They hired, who else but Caravaggio to paint one of the seven works of mercy for the altar of each of 7 chapels. Caravaggio was either in a big rush or feeling like a challenge, because he incorporated all 7 onto 1 canvas!  The capolavoro is one of the most important of his works, and of the 17th Century.  It still hangs in its original position above the high central altar! Seven local Caravaggio followers, including Luca Giordano, Fabrizio Santafede and Battistello Caracciolo provided paintings for the chapels.Caravaggio Sette opere di misericordia Pio Monte della misericordia

The composition is realistic, complex and dramatic. At the top of the painting, 2 angels are supporting the Madonna di Misericordia and child in the air.  The bottom half features figures carrying out the acts of mercy.  On the right, from the myth Roman Charity, Pero secretly breastfeeds her father, Cimon, after he is imprisoned and sentenced to death by starvation. (feed the hungry and visit the imprisoned).  Behind the wall of the prison, 2 men carry a shrouded body with the feet dangling out of the blanket (bury the dead). On the left, St Martin de Tours comforts the injured beggar in the foreground (comfort the sick).  He tears his cloak and gives half to the naked beggar (clothe the naked). In the background, a pilgrim with a shell in his hat asks an innkeeper for shelter (shelter the traveler) and behind them, Samson drinks from the jawbone of a donkey (give drink to the thirsty). All of this action is taking place in a dark, mysterious vicolo, an alley that could be just around the corner. Caravaggio uses his signature strong contrasts of light and dark chiaroscuro, the bright light acting as a metaphor for mercy.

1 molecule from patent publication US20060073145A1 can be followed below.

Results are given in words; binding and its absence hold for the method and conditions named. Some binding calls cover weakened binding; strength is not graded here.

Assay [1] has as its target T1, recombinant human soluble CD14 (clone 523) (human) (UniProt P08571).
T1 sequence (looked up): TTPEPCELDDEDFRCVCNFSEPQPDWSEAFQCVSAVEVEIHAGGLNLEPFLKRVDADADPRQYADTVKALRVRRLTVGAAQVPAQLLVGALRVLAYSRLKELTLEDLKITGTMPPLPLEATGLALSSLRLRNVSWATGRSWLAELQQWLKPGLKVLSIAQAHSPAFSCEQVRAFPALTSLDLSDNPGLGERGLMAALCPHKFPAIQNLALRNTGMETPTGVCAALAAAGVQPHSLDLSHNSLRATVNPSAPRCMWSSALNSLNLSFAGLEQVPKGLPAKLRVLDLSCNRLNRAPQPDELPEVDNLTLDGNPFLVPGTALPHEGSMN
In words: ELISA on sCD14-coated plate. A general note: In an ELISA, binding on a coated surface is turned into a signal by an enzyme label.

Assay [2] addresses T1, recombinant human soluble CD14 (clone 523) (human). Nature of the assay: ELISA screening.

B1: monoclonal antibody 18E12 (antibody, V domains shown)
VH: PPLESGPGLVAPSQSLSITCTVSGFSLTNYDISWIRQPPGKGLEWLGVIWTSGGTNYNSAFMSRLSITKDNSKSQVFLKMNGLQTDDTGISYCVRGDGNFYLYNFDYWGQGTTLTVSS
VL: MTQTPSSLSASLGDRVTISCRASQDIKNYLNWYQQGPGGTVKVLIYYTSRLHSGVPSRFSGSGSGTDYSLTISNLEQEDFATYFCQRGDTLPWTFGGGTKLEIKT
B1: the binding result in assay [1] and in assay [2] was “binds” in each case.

Caravaggio came to Napoli with a price on his head, on the run from a murder charge. He was idolized and successful in Napoli, but he was desperate for a pardon, so after only a year, he left Napoli for Malta where he thought the Knights of St John could help him. This may explain his decision to incorporate all of the works of mercy into one painting!  As discussed in this post, it has also been confirmed that he had lead poisoning.  Caravaggio understood Napoli like no other painter and had a profound influence on the artistic scene in the city for the next few centuries.  He left behind a lot of followers-the Caravaggesque movement.

The €7 admission includes a visit to the Quadreria- Art Gallery, which contains 15th-18th Century paintings by Napoletani artists and also the original receipt for 400 ducats paid to Caravaggio.  Via dei Tribunali 253, Napoli. Open Mon-Sat 09-18, Sunday 09-14:30Pio Monte della Misericordia

Images:  Scan of Le Sette Opere di Misericordia taken from the Pio Monte della Misericordia brochure.  Photo of me with the painting taken by another visitor to the church.  He said I looked so excited he had to take my photo!

Cristo si è Fermato a Eboli


, , , , , ,

Christ Stopped at EboliCristo si è Fermato a Eboli’ /Christ Stopped at Eboli is Carlo Levi’s memoir about his year as a political prisoner in Basilicata in 1935-36. Levi (pronounced LEV∙ee) was a doctor, writer and artist from a wealthy Jewish family in Torino.  He was exiled to Aliano*, a small village in Basilicata for his Anti-fascist views and writing. Eboli is south of Napoli, where the road forks inland and the railway does not. The title is a local expression suggesting that even Christ didn’t make it as far as Basilicata so they are a God forsaken land beyond civilization and beyond hope. Obviously the Mussolini government agreed, since their strategy to silence outspoken critics was house arrest in the south! Levi comes into contact with profound poverty, distrust, class differences, spells and superstition in a remote, neglected part of Italia.

Levi graduated from medical school in 1924 and did 4 years of lab research, but had not actually practiced medicine on humans.  He was not keen on practicing, but reluctantly did so, since the 2 doctors in Aliano were incompetent and lacked any compassion. The people did not fully understand him or why he was there, often commenting ‘someone in Rome must have it in for you’.  Levi comes to empathize with the peasants, becoming a much loved member of the community.